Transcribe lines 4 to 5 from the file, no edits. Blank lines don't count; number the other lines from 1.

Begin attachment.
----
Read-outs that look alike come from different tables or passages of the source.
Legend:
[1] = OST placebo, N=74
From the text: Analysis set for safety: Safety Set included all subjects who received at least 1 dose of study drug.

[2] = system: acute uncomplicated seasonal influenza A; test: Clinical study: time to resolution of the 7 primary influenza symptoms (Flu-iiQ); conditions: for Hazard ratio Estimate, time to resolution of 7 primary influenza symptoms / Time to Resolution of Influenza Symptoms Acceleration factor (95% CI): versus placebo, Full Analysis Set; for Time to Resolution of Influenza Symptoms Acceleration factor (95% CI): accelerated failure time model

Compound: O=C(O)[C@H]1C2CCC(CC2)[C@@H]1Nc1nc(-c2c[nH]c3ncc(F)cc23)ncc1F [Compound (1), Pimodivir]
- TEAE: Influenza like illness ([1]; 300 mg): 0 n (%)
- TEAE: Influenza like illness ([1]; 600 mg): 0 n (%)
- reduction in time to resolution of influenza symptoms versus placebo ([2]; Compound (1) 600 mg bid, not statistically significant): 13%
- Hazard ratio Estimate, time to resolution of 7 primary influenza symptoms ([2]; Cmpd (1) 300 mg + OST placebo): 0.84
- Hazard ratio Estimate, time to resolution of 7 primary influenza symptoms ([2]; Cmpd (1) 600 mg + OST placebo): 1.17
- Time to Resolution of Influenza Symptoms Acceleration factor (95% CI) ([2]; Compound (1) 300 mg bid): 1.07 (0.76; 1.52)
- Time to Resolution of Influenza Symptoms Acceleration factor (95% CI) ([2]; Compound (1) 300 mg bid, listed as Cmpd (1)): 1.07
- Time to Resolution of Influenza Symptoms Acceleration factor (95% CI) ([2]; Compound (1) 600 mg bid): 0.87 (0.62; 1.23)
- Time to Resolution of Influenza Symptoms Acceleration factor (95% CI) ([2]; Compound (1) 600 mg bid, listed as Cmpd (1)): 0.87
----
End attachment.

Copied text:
From the text: Analysis set for safety: Safety Set included all subjects who received at least 1 dose of study drug.

[2] = system: acute uncomplicated seasonal influenza A; test: Clinical study: time to resolution of the 7 primary influenza symptoms (Flu-iiQ); conditions: for Hazard ratio Estimate, time to resolution of 7 primary influenza symptoms / Time to Resolution of Influenza Symptoms Acceleration factor (95% CI): versus placebo, Full Analysis Set; for Time to Resolution of Influenza Symptoms Acceleration factor (95% CI): accelerated failure time model